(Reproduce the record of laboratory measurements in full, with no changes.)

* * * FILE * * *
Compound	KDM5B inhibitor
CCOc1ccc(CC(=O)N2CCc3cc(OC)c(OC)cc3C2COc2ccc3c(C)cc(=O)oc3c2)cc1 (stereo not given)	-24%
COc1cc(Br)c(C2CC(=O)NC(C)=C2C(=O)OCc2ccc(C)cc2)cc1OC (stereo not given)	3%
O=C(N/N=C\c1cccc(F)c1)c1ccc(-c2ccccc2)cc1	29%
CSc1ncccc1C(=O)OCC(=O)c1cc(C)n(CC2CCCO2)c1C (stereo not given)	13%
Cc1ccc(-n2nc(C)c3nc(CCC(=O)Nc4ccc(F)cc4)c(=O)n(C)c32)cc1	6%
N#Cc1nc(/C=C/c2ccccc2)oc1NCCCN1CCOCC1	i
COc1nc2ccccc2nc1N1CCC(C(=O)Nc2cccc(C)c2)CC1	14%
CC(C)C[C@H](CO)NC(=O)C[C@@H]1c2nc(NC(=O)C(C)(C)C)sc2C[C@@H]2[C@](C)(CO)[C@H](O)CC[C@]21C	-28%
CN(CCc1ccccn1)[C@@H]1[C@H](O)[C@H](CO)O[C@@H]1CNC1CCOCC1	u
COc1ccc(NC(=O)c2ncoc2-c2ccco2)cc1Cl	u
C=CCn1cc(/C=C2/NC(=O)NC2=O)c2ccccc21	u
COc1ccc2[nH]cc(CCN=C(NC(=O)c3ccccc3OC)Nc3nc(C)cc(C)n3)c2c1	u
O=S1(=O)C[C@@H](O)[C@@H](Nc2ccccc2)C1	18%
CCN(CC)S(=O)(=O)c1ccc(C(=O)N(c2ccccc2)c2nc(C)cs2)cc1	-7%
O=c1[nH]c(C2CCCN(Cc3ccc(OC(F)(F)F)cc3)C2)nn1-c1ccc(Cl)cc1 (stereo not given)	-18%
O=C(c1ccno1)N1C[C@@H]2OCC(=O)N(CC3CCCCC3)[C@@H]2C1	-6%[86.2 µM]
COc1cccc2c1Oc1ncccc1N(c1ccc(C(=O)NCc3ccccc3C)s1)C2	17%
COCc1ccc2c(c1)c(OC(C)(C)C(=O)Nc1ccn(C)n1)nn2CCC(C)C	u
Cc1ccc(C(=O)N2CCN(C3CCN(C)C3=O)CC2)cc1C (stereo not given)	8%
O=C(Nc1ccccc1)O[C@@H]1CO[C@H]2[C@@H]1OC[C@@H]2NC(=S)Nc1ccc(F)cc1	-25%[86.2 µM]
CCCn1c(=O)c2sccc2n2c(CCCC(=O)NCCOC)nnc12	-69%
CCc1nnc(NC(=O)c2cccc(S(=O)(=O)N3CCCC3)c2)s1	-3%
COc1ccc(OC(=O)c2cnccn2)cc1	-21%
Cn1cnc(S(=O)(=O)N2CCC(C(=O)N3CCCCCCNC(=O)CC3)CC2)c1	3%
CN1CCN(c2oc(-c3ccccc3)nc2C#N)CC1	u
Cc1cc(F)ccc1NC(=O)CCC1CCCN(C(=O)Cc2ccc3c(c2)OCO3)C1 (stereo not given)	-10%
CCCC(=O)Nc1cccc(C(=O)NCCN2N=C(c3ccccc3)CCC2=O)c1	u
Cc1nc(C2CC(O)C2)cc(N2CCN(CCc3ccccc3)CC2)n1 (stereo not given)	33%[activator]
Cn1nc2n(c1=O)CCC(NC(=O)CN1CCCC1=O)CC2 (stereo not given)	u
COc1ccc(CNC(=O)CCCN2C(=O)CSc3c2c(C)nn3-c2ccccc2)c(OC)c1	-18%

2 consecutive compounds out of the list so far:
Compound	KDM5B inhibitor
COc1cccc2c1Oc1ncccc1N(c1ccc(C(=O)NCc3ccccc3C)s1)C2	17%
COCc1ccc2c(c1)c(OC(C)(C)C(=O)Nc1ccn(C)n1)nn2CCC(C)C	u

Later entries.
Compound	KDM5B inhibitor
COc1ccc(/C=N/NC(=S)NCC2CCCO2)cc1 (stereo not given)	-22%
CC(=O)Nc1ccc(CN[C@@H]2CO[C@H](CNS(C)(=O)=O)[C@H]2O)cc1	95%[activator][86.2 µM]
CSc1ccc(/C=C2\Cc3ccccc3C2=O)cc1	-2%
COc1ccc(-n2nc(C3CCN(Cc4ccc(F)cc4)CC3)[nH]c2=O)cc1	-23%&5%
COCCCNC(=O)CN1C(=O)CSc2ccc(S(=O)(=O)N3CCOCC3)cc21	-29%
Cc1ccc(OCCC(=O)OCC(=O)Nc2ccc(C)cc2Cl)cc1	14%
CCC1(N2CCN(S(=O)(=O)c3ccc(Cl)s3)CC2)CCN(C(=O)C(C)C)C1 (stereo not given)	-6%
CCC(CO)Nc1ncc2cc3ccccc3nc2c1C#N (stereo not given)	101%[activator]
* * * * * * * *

Compound	KDM5B inhibitor
CCOc1ccc(CC(=O)N2CCc3cc(OC)c(OC)cc3C2COc2ccc3c(C)cc(=O)oc3c2)cc1 (stereo not given)	-24%
COc1cc(Br)c(C2CC(=O)NC(C)=C2C(=O)OCc2ccc(C)cc2)cc1OC (stereo not given)	3%
O=C(N/N=C\c1cccc(F)c1)c1ccc(-c2ccccc2)cc1	29%
CSc1ncccc1C(=O)OCC(=O)c1cc(C)n(CC2CCCO2)c1C (stereo not given)	13%
Cc1ccc(-n2nc(C)c3nc(CCC(=O)Nc4ccc(F)cc4)c(=O)n(C)c32)cc1	6%
N#Cc1nc(/C=C/c2ccccc2)oc1NCCCN1CCOCC1	i
COc1nc2ccccc2nc1N1CCC(C(=O)Nc2cccc(C)c2)CC1	14%
CC(C)C[C@H](CO)NC(=O)C[C@@H]1c2nc(NC(=O)C(C)(C)C)sc2C[C@@H]2[C@](C)(CO)[C@H](O)CC[C@]21C	-28%
CN(CCc1ccccn1)[C@@H]1[C@H](O)[C@H](CO)O[C@@H]1CNC1CCOCC1	u
COc1ccc(NC(=O)c2ncoc2-c2ccco2)cc1Cl	u
C=CCn1cc(/C=C2/NC(=O)NC2=O)c2ccccc21	u
COc1ccc2[nH]cc(CCN=C(NC(=O)c3ccccc3OC)Nc3nc(C)cc(C)n3)c2c1	u
O=S1(=O)C[C@@H](O)[C@@H](Nc2ccccc2)C1	18%
CCN(CC)S(=O)(=O)c1ccc(C(=O)N(c2ccccc2)c2nc(C)cs2)cc1	-7%
O=c1[nH]c(C2CCCN(Cc3ccc(OC(F)(F)F)cc3)C2)nn1-c1ccc(Cl)cc1 (stereo not given)	-18%
O=C(c1ccno1)N1C[C@@H]2OCC(=O)N(CC3CCCCC3)[C@@H]2C1	-6%[86.2 µM]
COc1cccc2c1Oc1ncccc1N(c1ccc(C(=O)NCc3ccccc3C)s1)C2	17%
COCc1ccc2c(c1)c(OC(C)(C)C(=O)Nc1ccn(C)n1)nn2CCC(C)C	u
Cc1ccc(C(=O)N2CCN(C3CCN(C)C3=O)CC2)cc1C (stereo not given)	8%
O=C(Nc1ccccc1)O[C@@H]1CO[C@H]2[C@@H]1OC[C@@H]2NC(=S)Nc1ccc(F)cc1	-25%[86.2 µM]
CCCn1c(=O)c2sccc2n2c(CCCC(=O)NCCOC)nnc12	-69%
CCc1nnc(NC(=O)c2cccc(S(=O)(=O)N3CCCC3)c2)s1	-3%
COc1ccc(OC(=O)c2cnccn2)cc1	-21%
Cn1cnc(S(=O)(=O)N2CCC(C(=O)N3CCCCCCNC(=O)CC3)CC2)c1	3%
CN1CCN(c2oc(-c3ccccc3)nc2C#N)CC1	u
Cc1cc(F)ccc1NC(=O)CCC1CCCN(C(=O)Cc2ccc3c(c2)OCO3)C1 (stereo not given)	-10%
CCCC(=O)Nc1cccc(C(=O)NCCN2N=C(c3ccccc3)CCC2=O)c1	u
Cc1nc(C2CC(O)C2)cc(N2CCN(CCc3ccccc3)CC2)n1 (stereo not given)	33%[activator]
Cn1nc2n(c1=O)CCC(NC(=O)CN1CCCC1=O)CC2 (stereo not given)	u
COc1ccc(CNC(=O)CCCN2C(=O)CSc3c2c(C)nn3-c2ccccc2)c(OC)c1	-18%

2 consecutive compounds out of the list so far:
Compound	KDM5B inhibitor
COc1cccc2c1Oc1ncccc1N(c1ccc(C(=O)NCc3ccccc3C)s1)C2	17%
COCc1ccc2c(c1)c(OC(C)(C)C(=O)Nc1ccn(C)n1)nn2CCC(C)C	u

Later entries.
Compound	KDM5B inhibitor
COc1ccc(/C=N/NC(=S)NCC2CCCO2)cc1 (stereo not given)	-22%
CC(=O)Nc1ccc(CN[C@@H]2CO[C@H](CNS(C)(=O)=O)[C@H]2O)cc1	95%[activator][86.2 µM]
CSc1ccc(/C=C2\Cc3ccccc3C2=O)cc1	-2%
COc1ccc(-n2nc(C3CCN(Cc4ccc(F)cc4)CC3)[nH]c2=O)cc1	-23%&5%
COCCCNC(=O)CN1C(=O)CSc2ccc(S(=O)(=O)N3CCOCC3)cc21	-29%
Cc1ccc(OCCC(=O)OCC(=O)Nc2ccc(C)cc2Cl)cc1	14%
CCC1(N2CCN(S(=O)(=O)c3ccc(Cl)s3)CC2)CCN(C(=O)C(C)C)C1 (stereo not given)	-6%
CCC(CO)Nc1ncc2cc3ccccc3nc2c1C#N (stereo not given)	101%[activator]